After arriving at Anas Sarwar’s constituency office in Glasgow, I got a tour of the office (which he shares with another MSP) and met the staff. I quickly started working on case files for the Breast Cancer Now Campaign, which aims introduce perjeta into the NHS in Scotland. Soon after I started engaging with and replying to constituents. This allowed me to gain a real insight of how politics works on a daily basis and how an impact is made on specific individuals but also made me realise how difficult it is to help everyone all the time. In the afternoon I researched about the group ‘Grandparents Apart’ to help with the formation of new proposals in the Scottish Parliament.
However, the highlight of my day was sitting in Anas’ surgery. This showed me how personal politics can be as it allowed for individual stories to be told, and it also lets constituents to have face-to-face contact with their MSP.
On the whole, I had a very insightful first day in a working political office, which I am sure will continue and be added to throughout the week.
For my second day with Anas Sarwar, I was at his Edinburgh office in Holyrood. I went straight to his office and got to work! I started to research for a speech regarding MND Awareness Week. This initially took me a while to get to grips with, however once I found my footing this allowed me to gain knowledge on MND as an illness, but also gave an insight into how speeches are prepared.
Once I had completed the preparation, I was able to construct a press release for MND Awareness Week. As with researching for the speech, this took me a few minutes to find my way, but once I was comfortable with forming this press release it gave me further insight into the day to day life of parliamentary workers. I had a lot of help from Anas’ other researchers who helped me ease into the process.
After having lunch I was able to attend a Shadow Health Team meeting. This gave me further understanding into the policy development process, the formation of political strategy and how the government is held to account.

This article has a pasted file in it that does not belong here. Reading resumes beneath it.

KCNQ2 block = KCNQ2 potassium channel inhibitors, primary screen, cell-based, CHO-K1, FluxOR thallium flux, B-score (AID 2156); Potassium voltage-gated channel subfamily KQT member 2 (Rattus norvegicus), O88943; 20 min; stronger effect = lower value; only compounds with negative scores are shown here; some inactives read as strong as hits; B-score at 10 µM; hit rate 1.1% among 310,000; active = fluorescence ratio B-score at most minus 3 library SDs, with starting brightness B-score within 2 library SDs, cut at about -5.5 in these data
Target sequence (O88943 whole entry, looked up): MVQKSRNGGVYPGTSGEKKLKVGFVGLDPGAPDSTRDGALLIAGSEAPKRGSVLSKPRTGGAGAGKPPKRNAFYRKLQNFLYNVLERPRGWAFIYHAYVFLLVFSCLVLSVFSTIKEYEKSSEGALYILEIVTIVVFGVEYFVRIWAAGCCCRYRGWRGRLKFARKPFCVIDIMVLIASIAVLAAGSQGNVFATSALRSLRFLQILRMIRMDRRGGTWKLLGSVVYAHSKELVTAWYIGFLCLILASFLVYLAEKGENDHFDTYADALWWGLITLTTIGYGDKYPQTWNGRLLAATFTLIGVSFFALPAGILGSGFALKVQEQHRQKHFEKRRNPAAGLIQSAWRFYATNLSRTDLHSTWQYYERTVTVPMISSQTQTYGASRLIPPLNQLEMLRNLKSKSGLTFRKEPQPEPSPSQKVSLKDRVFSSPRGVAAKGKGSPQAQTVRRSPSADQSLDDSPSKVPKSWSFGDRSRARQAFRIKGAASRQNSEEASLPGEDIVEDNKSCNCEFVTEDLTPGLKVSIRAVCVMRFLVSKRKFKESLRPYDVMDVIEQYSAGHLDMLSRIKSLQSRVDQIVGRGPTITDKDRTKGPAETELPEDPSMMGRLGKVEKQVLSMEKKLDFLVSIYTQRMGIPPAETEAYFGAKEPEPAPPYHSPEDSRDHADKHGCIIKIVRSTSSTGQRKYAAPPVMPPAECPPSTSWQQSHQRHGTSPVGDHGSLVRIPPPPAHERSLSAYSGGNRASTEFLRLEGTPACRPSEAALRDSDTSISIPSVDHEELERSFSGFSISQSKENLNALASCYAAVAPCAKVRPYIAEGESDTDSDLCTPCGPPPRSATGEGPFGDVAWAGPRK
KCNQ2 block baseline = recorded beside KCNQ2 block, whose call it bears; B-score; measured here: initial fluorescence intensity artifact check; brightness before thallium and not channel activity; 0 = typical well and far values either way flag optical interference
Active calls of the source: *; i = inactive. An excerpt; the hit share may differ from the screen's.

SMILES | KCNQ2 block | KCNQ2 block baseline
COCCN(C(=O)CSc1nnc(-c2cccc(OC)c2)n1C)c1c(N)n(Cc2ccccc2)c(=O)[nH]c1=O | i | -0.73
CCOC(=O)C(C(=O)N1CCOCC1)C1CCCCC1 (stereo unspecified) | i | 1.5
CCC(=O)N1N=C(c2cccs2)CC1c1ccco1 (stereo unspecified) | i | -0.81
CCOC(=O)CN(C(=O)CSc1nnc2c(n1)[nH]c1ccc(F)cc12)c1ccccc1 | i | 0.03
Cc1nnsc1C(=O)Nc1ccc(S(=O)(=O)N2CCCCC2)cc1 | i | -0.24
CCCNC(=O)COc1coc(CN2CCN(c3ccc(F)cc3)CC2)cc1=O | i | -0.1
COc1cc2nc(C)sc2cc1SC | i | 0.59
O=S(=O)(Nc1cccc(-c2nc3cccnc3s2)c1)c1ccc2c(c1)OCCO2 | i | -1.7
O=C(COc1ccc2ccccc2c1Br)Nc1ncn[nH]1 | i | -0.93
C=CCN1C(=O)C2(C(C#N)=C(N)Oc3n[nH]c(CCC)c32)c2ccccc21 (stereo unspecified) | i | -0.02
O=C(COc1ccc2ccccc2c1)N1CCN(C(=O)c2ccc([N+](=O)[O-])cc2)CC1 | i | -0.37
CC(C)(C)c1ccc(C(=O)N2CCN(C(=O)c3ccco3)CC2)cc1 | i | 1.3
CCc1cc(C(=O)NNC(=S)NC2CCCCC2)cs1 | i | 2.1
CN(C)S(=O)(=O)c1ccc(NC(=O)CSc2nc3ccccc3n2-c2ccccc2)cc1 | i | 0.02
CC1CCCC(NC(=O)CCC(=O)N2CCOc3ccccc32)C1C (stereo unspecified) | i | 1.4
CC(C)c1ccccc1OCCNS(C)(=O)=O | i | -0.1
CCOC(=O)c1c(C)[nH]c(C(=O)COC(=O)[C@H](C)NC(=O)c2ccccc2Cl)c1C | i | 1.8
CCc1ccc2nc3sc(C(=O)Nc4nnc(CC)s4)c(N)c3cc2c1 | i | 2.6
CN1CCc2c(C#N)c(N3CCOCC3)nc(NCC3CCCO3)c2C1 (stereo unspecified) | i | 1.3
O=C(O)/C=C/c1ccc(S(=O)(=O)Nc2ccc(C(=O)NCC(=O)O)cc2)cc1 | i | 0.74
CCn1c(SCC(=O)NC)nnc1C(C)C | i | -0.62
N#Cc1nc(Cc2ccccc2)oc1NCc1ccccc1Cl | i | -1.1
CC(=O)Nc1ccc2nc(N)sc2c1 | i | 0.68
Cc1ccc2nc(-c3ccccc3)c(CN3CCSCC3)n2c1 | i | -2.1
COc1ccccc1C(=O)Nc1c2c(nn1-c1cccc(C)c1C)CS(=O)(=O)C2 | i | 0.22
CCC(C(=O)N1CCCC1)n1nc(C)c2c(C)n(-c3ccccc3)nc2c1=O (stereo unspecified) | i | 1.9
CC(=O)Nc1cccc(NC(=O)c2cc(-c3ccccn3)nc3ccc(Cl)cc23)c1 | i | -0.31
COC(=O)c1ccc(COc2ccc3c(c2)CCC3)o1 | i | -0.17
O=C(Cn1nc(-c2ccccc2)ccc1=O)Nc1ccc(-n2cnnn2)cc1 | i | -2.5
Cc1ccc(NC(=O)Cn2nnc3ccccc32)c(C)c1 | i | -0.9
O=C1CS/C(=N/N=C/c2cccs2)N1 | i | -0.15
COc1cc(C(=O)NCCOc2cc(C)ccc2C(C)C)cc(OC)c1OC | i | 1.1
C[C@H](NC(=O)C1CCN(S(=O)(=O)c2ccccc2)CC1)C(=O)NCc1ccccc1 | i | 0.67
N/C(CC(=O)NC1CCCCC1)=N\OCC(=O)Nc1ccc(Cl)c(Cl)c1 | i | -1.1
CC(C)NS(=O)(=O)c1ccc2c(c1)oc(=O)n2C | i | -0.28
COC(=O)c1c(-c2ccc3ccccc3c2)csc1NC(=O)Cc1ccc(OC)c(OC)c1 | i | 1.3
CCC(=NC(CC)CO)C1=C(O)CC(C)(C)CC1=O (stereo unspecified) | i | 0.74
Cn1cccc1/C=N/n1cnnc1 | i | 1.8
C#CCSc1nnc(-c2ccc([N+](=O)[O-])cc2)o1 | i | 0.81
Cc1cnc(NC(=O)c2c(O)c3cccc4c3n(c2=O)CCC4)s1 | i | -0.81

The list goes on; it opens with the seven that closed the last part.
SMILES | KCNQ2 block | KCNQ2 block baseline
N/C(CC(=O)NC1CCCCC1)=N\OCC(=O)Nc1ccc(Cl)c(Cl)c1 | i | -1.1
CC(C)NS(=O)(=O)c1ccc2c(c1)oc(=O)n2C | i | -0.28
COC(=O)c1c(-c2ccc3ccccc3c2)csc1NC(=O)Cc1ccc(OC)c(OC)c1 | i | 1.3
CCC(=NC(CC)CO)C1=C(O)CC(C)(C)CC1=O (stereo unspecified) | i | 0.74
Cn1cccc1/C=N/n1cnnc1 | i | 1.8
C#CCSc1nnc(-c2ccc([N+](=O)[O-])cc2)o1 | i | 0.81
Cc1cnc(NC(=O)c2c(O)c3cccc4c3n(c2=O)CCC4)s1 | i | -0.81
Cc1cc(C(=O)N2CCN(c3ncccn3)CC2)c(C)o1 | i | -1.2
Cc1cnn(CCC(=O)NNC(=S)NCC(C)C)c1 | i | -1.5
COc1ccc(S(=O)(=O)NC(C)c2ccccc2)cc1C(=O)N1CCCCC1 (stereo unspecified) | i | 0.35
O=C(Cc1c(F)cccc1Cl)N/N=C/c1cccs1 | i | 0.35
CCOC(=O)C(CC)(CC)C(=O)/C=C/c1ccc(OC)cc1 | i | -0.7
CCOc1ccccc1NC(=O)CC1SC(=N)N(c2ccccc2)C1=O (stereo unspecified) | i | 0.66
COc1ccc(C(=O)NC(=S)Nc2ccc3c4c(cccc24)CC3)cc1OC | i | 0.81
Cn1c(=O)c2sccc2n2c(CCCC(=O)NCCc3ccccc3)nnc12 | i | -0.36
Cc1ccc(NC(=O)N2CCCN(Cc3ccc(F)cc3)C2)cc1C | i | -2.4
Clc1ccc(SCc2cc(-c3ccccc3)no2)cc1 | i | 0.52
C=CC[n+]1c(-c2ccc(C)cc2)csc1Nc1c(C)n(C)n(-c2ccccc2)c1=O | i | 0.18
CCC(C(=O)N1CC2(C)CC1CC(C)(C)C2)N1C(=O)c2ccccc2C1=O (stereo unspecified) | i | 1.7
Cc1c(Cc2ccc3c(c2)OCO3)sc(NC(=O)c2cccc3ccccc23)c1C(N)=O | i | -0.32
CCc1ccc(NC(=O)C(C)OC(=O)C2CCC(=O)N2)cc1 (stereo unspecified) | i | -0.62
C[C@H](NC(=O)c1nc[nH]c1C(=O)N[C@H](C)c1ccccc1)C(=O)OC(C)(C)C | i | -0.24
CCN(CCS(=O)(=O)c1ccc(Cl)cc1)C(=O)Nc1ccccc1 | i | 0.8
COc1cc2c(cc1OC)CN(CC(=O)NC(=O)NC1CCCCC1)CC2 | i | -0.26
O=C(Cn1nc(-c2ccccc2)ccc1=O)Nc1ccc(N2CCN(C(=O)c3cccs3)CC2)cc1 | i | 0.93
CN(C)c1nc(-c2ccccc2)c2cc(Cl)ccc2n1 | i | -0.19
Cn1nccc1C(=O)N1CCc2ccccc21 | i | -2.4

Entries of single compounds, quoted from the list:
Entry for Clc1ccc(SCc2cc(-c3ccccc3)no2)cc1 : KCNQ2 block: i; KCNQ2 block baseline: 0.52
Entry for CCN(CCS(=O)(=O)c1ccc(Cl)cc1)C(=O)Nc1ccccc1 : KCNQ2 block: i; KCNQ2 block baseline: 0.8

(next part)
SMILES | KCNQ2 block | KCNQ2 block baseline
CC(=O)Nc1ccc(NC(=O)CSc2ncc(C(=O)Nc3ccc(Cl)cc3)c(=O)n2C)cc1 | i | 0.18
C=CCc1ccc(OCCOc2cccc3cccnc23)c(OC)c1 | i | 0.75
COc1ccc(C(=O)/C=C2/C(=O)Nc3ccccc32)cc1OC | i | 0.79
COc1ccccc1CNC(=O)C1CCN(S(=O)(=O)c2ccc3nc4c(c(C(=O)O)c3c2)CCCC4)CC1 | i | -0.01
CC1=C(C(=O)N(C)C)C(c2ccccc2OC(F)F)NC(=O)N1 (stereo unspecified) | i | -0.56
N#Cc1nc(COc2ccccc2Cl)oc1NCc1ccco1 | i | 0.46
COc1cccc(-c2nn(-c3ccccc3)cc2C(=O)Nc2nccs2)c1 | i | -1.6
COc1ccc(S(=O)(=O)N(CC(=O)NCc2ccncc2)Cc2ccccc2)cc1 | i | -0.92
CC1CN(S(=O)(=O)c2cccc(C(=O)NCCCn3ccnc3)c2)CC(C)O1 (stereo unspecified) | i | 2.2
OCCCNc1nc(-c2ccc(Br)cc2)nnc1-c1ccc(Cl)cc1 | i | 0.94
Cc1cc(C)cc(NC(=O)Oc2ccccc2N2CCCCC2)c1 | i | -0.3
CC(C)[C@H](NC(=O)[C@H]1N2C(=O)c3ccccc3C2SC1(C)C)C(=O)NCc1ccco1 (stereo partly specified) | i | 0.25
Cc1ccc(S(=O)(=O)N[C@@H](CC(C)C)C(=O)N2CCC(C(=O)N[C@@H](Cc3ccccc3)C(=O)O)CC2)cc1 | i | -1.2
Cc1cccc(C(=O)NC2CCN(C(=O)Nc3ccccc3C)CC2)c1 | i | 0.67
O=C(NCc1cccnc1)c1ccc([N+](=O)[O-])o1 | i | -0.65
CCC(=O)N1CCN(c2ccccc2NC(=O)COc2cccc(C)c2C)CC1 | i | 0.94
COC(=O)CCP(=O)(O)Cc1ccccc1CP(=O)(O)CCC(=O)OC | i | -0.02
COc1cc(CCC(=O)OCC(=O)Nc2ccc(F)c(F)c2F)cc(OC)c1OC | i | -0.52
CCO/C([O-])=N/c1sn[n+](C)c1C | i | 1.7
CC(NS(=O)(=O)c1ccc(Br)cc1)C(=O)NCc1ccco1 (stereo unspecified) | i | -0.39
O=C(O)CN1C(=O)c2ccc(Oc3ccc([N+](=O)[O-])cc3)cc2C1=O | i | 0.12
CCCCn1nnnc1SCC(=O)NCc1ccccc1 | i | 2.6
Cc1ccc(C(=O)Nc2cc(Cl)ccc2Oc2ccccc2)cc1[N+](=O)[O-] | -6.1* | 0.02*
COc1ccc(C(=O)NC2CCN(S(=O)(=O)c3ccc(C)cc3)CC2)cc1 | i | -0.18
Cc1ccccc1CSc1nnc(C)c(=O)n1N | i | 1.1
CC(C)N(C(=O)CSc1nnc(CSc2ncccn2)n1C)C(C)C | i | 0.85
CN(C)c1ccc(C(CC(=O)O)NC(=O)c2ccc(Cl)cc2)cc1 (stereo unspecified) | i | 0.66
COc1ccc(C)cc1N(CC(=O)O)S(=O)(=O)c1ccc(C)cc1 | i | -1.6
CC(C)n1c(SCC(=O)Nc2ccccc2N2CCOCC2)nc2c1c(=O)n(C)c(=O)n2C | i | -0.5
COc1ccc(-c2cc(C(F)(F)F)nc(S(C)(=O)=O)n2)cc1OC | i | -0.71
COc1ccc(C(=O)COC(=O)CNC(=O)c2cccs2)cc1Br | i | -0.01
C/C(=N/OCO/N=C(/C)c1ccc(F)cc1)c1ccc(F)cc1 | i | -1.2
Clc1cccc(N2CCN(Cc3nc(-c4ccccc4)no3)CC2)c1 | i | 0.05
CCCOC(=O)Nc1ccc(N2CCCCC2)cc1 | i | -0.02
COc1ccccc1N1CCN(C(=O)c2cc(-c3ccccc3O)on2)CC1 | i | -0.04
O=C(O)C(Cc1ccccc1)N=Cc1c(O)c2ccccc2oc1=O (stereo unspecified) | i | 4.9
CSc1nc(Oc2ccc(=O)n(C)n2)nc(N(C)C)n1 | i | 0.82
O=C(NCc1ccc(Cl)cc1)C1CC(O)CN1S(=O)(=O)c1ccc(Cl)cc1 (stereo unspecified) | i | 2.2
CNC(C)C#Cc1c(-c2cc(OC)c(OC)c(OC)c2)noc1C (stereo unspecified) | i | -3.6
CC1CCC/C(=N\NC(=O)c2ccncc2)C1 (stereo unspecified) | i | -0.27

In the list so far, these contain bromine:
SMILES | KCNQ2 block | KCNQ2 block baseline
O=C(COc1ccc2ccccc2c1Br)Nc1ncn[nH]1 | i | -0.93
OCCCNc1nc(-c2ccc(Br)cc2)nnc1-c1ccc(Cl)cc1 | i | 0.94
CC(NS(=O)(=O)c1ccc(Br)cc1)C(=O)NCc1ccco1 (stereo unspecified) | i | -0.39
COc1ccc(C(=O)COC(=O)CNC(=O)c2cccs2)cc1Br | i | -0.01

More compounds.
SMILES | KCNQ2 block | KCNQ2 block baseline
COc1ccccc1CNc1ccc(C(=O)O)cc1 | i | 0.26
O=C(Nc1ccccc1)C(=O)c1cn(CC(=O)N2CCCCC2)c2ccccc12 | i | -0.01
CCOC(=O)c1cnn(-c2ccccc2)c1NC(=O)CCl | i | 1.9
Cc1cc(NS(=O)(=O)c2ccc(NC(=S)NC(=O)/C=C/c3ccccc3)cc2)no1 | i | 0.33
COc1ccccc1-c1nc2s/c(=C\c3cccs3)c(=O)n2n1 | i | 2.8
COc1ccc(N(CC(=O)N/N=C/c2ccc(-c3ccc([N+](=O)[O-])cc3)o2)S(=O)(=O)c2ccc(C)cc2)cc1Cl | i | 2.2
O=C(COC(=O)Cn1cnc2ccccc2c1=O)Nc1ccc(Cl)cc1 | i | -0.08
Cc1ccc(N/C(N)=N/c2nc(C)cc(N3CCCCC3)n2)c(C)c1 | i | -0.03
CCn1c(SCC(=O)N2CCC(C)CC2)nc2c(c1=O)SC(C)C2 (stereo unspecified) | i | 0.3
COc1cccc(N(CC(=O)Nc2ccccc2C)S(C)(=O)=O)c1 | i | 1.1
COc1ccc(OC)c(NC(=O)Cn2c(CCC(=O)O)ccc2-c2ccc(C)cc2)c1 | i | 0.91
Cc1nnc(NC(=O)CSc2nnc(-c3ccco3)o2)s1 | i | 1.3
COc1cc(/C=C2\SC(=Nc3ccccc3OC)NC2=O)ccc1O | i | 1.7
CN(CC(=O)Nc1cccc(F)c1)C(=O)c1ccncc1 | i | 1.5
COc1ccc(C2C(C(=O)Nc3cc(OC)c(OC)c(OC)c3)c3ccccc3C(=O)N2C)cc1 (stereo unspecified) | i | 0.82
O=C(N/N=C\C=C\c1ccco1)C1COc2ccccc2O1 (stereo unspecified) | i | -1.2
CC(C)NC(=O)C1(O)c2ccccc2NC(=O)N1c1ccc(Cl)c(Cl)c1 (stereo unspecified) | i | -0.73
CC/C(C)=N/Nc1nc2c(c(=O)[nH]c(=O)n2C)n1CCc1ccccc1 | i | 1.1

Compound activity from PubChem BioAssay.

My final tasks for the day mirrored my first, but on a topic I have great interest in: the rights of refugees and asylum seekers. I first researched for a speech for World Refugee Day 2018, during which I discovered many startling statistics about refugees entering Scotland and how they compare to the rest of the UK. Next, I wrote the press release for this speech. By continuing my work from the morning I was able to build upon my knowledge and skills, and because I had experience from the morning I was a lot more confident in completing these tasks in the afternoon.
I began my day by preparing the guest list (and sign-up sheets) for the ‘Tackling Islamophobia’ Cross Party Group (CPG) that Anas was convening later that day. This guest list included leaders within the Muslim community and other faith groups, students, and finally editors of newspapers such as ‘The Sun’ and ‘The Daily Mail’ among others, as well as heads of media outlets such as the BBC and STV.
Next, I looked at how a motion is constructed. This allowed me to gain an insight into the quirks and particularities of Parliament.
After lunch I watched Portfolio Questions on health and sport in the parliament chamber. Then I watched the Opposition Debate on the Scottish Government’s handling of Freedom of Information requests and record keeping. These debates made it clear how the opposition is able to hold the government to account: through scrutiny and challenge. I finally watched the opposition debate on access to vital drugs for breast cancer and cystic fibrosis; this was particularly contentious as the drugs in question are available in both England and Wales. The drug for breast cancer is Perjeta, which had been the subject of my casework on my first day. So, this allowed me to see how campaign and constituents’ thoughts can lead to debate in the chamber. The chamber then filled for voting on the motions.